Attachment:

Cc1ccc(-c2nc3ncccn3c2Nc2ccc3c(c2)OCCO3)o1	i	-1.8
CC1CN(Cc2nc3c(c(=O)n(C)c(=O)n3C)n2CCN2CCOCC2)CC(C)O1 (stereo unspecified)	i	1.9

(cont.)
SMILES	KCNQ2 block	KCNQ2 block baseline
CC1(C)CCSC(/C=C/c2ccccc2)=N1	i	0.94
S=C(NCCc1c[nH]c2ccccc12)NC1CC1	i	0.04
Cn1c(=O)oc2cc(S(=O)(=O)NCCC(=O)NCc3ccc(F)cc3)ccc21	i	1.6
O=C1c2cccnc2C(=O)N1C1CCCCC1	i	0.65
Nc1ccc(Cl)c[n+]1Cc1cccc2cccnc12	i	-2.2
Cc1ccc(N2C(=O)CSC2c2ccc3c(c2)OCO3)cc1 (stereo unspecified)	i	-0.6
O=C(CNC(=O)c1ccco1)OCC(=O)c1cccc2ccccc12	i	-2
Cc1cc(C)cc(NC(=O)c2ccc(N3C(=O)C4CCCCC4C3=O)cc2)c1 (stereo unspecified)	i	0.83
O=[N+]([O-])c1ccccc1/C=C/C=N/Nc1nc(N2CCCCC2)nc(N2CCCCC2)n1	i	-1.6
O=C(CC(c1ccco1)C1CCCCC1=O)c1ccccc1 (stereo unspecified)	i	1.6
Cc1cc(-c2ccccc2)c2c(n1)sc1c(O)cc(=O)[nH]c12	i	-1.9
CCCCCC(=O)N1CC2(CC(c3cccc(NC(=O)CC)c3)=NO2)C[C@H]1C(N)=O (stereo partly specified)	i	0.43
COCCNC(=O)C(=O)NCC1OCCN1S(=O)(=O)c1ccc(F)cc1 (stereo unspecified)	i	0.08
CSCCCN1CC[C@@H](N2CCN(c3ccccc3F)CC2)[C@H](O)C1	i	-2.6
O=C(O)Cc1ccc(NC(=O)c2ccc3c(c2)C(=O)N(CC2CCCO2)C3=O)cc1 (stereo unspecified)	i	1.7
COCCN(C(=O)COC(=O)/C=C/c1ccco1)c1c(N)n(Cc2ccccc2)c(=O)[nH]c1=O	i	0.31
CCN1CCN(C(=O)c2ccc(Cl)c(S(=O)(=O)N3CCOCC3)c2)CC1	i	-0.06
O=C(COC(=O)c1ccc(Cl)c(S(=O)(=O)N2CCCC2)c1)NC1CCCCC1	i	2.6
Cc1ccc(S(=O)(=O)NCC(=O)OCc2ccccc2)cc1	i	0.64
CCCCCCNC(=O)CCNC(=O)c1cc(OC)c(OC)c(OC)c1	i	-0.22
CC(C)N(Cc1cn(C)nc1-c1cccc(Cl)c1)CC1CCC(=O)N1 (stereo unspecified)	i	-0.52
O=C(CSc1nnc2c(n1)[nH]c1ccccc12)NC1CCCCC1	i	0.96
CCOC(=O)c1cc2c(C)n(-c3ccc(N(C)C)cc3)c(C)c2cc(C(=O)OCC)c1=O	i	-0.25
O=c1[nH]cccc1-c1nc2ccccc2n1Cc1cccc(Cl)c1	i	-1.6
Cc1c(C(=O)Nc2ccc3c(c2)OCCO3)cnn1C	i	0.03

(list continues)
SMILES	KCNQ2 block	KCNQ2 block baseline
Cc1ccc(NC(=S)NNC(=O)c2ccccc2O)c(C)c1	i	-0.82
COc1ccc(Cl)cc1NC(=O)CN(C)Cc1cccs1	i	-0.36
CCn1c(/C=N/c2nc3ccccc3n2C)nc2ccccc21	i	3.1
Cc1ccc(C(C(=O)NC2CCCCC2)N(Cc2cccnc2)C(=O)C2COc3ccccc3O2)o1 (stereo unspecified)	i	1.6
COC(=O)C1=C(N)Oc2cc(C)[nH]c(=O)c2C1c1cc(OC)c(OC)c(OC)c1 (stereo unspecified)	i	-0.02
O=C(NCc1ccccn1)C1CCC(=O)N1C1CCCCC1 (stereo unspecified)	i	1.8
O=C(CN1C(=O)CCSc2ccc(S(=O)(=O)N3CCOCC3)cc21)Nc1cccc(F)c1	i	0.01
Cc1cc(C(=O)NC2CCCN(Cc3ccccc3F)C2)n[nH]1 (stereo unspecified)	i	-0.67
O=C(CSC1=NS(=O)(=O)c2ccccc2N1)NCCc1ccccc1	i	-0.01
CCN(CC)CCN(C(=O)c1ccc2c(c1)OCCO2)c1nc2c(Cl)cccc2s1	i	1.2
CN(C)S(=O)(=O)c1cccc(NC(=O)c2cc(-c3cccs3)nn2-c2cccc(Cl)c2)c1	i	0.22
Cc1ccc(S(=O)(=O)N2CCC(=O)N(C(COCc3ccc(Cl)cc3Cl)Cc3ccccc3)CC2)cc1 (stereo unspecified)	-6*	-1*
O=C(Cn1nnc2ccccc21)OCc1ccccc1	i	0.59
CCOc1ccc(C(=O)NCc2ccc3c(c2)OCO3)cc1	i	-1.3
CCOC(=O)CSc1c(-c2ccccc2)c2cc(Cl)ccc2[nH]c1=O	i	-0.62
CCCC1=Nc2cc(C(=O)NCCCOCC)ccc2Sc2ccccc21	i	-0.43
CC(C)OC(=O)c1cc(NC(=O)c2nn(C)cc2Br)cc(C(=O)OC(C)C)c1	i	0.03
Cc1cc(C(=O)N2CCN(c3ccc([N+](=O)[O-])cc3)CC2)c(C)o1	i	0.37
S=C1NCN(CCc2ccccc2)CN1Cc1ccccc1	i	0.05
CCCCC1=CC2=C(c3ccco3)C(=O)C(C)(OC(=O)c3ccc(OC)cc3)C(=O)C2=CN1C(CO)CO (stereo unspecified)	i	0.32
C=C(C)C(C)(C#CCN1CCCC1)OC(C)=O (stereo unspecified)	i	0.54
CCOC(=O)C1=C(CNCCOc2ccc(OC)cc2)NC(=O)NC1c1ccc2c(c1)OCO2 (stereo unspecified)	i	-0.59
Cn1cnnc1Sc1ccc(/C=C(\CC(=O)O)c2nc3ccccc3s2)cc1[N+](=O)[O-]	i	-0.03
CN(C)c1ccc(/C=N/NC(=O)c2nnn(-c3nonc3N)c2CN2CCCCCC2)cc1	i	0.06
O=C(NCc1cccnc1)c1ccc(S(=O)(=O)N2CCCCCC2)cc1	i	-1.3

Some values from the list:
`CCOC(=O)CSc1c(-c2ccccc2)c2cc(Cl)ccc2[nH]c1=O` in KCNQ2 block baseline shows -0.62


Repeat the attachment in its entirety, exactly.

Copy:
Cc1ccc(-c2nc3ncccn3c2Nc2ccc3c(c2)OCCO3)o1	i	-1.8
CC1CN(Cc2nc3c(c(=O)n(C)c(=O)n3C)n2CCN2CCOCC2)CC(C)O1 (stereo unspecified)	i	1.9

(cont.)
SMILES	KCNQ2 block	KCNQ2 block baseline
CC1(C)CCSC(/C=C/c2ccccc2)=N1	i	0.94
S=C(NCCc1c[nH]c2ccccc12)NC1CC1	i	0.04
Cn1c(=O)oc2cc(S(=O)(=O)NCCC(=O)NCc3ccc(F)cc3)ccc21	i	1.6
O=C1c2cccnc2C(=O)N1C1CCCCC1	i	0.65
Nc1ccc(Cl)c[n+]1Cc1cccc2cccnc12	i	-2.2
Cc1ccc(N2C(=O)CSC2c2ccc3c(c2)OCO3)cc1 (stereo unspecified)	i	-0.6
O=C(CNC(=O)c1ccco1)OCC(=O)c1cccc2ccccc12	i	-2
Cc1cc(C)cc(NC(=O)c2ccc(N3C(=O)C4CCCCC4C3=O)cc2)c1 (stereo unspecified)	i	0.83
O=[N+]([O-])c1ccccc1/C=C/C=N/Nc1nc(N2CCCCC2)nc(N2CCCCC2)n1	i	-1.6
O=C(CC(c1ccco1)C1CCCCC1=O)c1ccccc1 (stereo unspecified)	i	1.6
Cc1cc(-c2ccccc2)c2c(n1)sc1c(O)cc(=O)[nH]c12	i	-1.9
CCCCCC(=O)N1CC2(CC(c3cccc(NC(=O)CC)c3)=NO2)C[C@H]1C(N)=O (stereo partly specified)	i	0.43
COCCNC(=O)C(=O)NCC1OCCN1S(=O)(=O)c1ccc(F)cc1 (stereo unspecified)	i	0.08
CSCCCN1CC[C@@H](N2CCN(c3ccccc3F)CC2)[C@H](O)C1	i	-2.6
O=C(O)Cc1ccc(NC(=O)c2ccc3c(c2)C(=O)N(CC2CCCO2)C3=O)cc1 (stereo unspecified)	i	1.7
COCCN(C(=O)COC(=O)/C=C/c1ccco1)c1c(N)n(Cc2ccccc2)c(=O)[nH]c1=O	i	0.31
CCN1CCN(C(=O)c2ccc(Cl)c(S(=O)(=O)N3CCOCC3)c2)CC1	i	-0.06
O=C(COC(=O)c1ccc(Cl)c(S(=O)(=O)N2CCCC2)c1)NC1CCCCC1	i	2.6
Cc1ccc(S(=O)(=O)NCC(=O)OCc2ccccc2)cc1	i	0.64
CCCCCCNC(=O)CCNC(=O)c1cc(OC)c(OC)c(OC)c1	i	-0.22
CC(C)N(Cc1cn(C)nc1-c1cccc(Cl)c1)CC1CCC(=O)N1 (stereo unspecified)	i	-0.52
O=C(CSc1nnc2c(n1)[nH]c1ccccc12)NC1CCCCC1	i	0.96
CCOC(=O)c1cc2c(C)n(-c3ccc(N(C)C)cc3)c(C)c2cc(C(=O)OCC)c1=O	i	-0.25
O=c1[nH]cccc1-c1nc2ccccc2n1Cc1cccc(Cl)c1	i	-1.6
Cc1c(C(=O)Nc2ccc3c(c2)OCCO3)cnn1C	i	0.03

(list continues)
SMILES	KCNQ2 block	KCNQ2 block baseline
Cc1ccc(NC(=S)NNC(=O)c2ccccc2O)c(C)c1	i	-0.82
COc1ccc(Cl)cc1NC(=O)CN(C)Cc1cccs1	i	-0.36
CCn1c(/C=N/c2nc3ccccc3n2C)nc2ccccc21	i	3.1
Cc1ccc(C(C(=O)NC2CCCCC2)N(Cc2cccnc2)C(=O)C2COc3ccccc3O2)o1 (stereo unspecified)	i	1.6
COC(=O)C1=C(N)Oc2cc(C)[nH]c(=O)c2C1c1cc(OC)c(OC)c(OC)c1 (stereo unspecified)	i	-0.02
O=C(NCc1ccccn1)C1CCC(=O)N1C1CCCCC1 (stereo unspecified)	i	1.8
O=C(CN1C(=O)CCSc2ccc(S(=O)(=O)N3CCOCC3)cc21)Nc1cccc(F)c1	i	0.01
Cc1cc(C(=O)NC2CCCN(Cc3ccccc3F)C2)n[nH]1 (stereo unspecified)	i	-0.67
O=C(CSC1=NS(=O)(=O)c2ccccc2N1)NCCc1ccccc1	i	-0.01
CCN(CC)CCN(C(=O)c1ccc2c(c1)OCCO2)c1nc2c(Cl)cccc2s1	i	1.2
CN(C)S(=O)(=O)c1cccc(NC(=O)c2cc(-c3cccs3)nn2-c2cccc(Cl)c2)c1	i	0.22
Cc1ccc(S(=O)(=O)N2CCC(=O)N(C(COCc3ccc(Cl)cc3Cl)Cc3ccccc3)CC2)cc1 (stereo unspecified)	-6*	-1*
O=C(Cn1nnc2ccccc21)OCc1ccccc1	i	0.59
CCOc1ccc(C(=O)NCc2ccc3c(c2)OCO3)cc1	i	-1.3
CCOC(=O)CSc1c(-c2ccccc2)c2cc(Cl)ccc2[nH]c1=O	i	-0.62
CCCC1=Nc2cc(C(=O)NCCCOCC)ccc2Sc2ccccc21	i	-0.43
CC(C)OC(=O)c1cc(NC(=O)c2nn(C)cc2Br)cc(C(=O)OC(C)C)c1	i	0.03
Cc1cc(C(=O)N2CCN(c3ccc([N+](=O)[O-])cc3)CC2)c(C)o1	i	0.37
S=C1NCN(CCc2ccccc2)CN1Cc1ccccc1	i	0.05
CCCCC1=CC2=C(c3ccco3)C(=O)C(C)(OC(=O)c3ccc(OC)cc3)C(=O)C2=CN1C(CO)CO (stereo unspecified)	i	0.32
C=C(C)C(C)(C#CCN1CCCC1)OC(C)=O (stereo unspecified)	i	0.54
CCOC(=O)C1=C(CNCCOc2ccc(OC)cc2)NC(=O)NC1c1ccc2c(c1)OCO2 (stereo unspecified)	i	-0.59
Cn1cnnc1Sc1ccc(/C=C(\CC(=O)O)c2nc3ccccc3s2)cc1[N+](=O)[O-]	i	-0.03
CN(C)c1ccc(/C=N/NC(=O)c2nnn(-c3nonc3N)c2CN2CCCCCC2)cc1	i	0.06
O=C(NCc1cccnc1)c1ccc(S(=O)(=O)N2CCCCCC2)cc1	i	-1.3

Some values from the list:
`CCOC(=O)CSc1c(-c2ccccc2)c2cc(Cl)ccc2[nH]c1=O` in KCNQ2 block baseline shows -0.62